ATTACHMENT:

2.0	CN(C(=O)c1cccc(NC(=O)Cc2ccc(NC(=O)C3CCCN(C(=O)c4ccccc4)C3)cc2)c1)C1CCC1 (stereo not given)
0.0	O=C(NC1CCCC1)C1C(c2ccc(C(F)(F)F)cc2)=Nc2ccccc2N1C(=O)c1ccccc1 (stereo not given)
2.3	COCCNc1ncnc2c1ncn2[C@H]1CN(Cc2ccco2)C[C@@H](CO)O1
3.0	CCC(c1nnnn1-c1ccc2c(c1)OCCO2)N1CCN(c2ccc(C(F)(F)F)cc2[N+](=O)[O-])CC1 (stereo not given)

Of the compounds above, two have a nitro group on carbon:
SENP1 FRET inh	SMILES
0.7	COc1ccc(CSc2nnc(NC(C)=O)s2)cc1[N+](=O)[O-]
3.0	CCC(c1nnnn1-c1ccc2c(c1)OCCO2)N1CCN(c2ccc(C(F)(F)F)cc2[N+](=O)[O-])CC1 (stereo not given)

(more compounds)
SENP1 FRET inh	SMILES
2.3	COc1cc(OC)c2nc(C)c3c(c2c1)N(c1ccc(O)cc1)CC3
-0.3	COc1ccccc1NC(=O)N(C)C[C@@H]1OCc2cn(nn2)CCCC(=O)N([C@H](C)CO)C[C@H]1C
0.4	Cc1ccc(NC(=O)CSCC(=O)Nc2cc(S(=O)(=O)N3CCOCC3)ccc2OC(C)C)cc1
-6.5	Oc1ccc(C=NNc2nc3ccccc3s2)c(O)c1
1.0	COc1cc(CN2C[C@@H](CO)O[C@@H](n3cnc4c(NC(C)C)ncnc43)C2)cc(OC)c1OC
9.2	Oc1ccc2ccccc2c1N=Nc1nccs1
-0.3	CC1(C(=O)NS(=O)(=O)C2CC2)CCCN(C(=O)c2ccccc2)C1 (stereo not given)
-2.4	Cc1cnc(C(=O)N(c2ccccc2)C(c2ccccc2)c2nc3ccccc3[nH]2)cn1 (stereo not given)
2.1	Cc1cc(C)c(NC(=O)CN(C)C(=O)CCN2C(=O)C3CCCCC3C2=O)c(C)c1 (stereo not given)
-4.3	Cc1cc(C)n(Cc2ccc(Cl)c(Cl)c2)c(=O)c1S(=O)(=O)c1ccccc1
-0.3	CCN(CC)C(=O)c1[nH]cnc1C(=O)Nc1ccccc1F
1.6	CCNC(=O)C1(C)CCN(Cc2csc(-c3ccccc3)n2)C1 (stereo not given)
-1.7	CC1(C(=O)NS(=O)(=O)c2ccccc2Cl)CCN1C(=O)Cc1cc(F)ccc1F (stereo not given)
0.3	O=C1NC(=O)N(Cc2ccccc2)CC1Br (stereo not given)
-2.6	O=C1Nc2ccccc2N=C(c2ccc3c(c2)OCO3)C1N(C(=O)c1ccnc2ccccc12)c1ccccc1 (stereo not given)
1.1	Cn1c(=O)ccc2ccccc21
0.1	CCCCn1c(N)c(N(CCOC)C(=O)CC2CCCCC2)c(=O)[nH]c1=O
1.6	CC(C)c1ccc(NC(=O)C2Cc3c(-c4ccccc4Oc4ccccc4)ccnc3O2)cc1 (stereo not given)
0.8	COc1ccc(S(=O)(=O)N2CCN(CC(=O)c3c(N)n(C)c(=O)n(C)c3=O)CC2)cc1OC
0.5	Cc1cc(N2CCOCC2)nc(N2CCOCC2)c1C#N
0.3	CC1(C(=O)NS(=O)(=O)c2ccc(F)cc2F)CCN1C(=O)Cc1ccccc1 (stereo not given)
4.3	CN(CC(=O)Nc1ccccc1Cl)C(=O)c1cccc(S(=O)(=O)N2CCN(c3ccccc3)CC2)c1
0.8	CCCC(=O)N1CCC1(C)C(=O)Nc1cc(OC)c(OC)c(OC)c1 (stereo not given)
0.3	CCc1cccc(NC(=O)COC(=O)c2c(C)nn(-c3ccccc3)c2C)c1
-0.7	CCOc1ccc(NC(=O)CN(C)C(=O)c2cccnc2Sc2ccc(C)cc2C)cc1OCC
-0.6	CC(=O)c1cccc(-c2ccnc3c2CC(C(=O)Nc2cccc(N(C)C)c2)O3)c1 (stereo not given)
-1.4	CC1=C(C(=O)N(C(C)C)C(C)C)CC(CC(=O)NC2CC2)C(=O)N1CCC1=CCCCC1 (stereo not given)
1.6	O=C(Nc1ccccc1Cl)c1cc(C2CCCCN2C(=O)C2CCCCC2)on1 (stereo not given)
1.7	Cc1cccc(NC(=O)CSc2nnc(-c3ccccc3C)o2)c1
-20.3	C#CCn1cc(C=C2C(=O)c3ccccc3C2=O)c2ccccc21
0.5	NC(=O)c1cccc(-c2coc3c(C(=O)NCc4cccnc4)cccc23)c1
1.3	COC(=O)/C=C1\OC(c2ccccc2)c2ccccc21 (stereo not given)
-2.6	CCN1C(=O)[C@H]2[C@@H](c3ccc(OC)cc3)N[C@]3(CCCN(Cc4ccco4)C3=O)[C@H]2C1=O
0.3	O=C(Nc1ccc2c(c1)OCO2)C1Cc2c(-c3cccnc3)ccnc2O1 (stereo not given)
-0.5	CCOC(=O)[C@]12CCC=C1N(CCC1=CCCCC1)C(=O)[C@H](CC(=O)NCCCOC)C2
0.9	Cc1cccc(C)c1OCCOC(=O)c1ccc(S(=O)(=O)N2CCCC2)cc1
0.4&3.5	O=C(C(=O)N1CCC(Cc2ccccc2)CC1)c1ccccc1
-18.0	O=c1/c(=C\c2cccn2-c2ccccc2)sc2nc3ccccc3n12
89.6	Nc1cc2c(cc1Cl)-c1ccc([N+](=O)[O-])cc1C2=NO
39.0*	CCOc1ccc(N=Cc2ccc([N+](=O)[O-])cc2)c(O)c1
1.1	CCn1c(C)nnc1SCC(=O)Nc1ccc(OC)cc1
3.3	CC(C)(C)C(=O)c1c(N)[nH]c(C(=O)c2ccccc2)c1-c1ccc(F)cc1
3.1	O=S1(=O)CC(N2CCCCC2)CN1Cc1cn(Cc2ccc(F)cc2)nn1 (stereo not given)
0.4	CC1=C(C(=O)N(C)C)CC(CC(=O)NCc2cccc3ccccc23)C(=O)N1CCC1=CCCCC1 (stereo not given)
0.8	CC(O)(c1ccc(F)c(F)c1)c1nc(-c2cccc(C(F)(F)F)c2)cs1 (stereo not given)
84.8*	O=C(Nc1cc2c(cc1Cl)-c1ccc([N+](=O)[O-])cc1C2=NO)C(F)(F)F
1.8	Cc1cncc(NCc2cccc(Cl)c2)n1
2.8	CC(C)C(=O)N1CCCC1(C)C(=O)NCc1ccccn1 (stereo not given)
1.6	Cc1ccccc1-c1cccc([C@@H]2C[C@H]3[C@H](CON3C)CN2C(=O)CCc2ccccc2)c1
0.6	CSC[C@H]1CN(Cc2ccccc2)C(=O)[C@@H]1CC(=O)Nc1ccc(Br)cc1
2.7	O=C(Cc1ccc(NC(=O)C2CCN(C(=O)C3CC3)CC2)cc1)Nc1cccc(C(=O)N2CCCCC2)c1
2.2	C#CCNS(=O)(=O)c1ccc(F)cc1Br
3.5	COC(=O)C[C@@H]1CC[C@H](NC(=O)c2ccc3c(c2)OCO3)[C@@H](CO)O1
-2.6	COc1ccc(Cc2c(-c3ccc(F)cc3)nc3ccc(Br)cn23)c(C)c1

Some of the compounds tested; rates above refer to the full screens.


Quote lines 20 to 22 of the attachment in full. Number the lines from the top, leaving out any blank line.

-4.3	Cc1cc(C)n(Cc2ccc(Cl)c(Cl)c2)c(=O)c1S(=O)(=O)c1ccccc1
-0.3	CCN(CC)C(=O)c1[nH]cnc1C(=O)Nc1ccccc1F
1.6	CCNC(=O)C1(C)CCN(Cc2csc(-c3ccccc3)n2)C1 (stereo not given)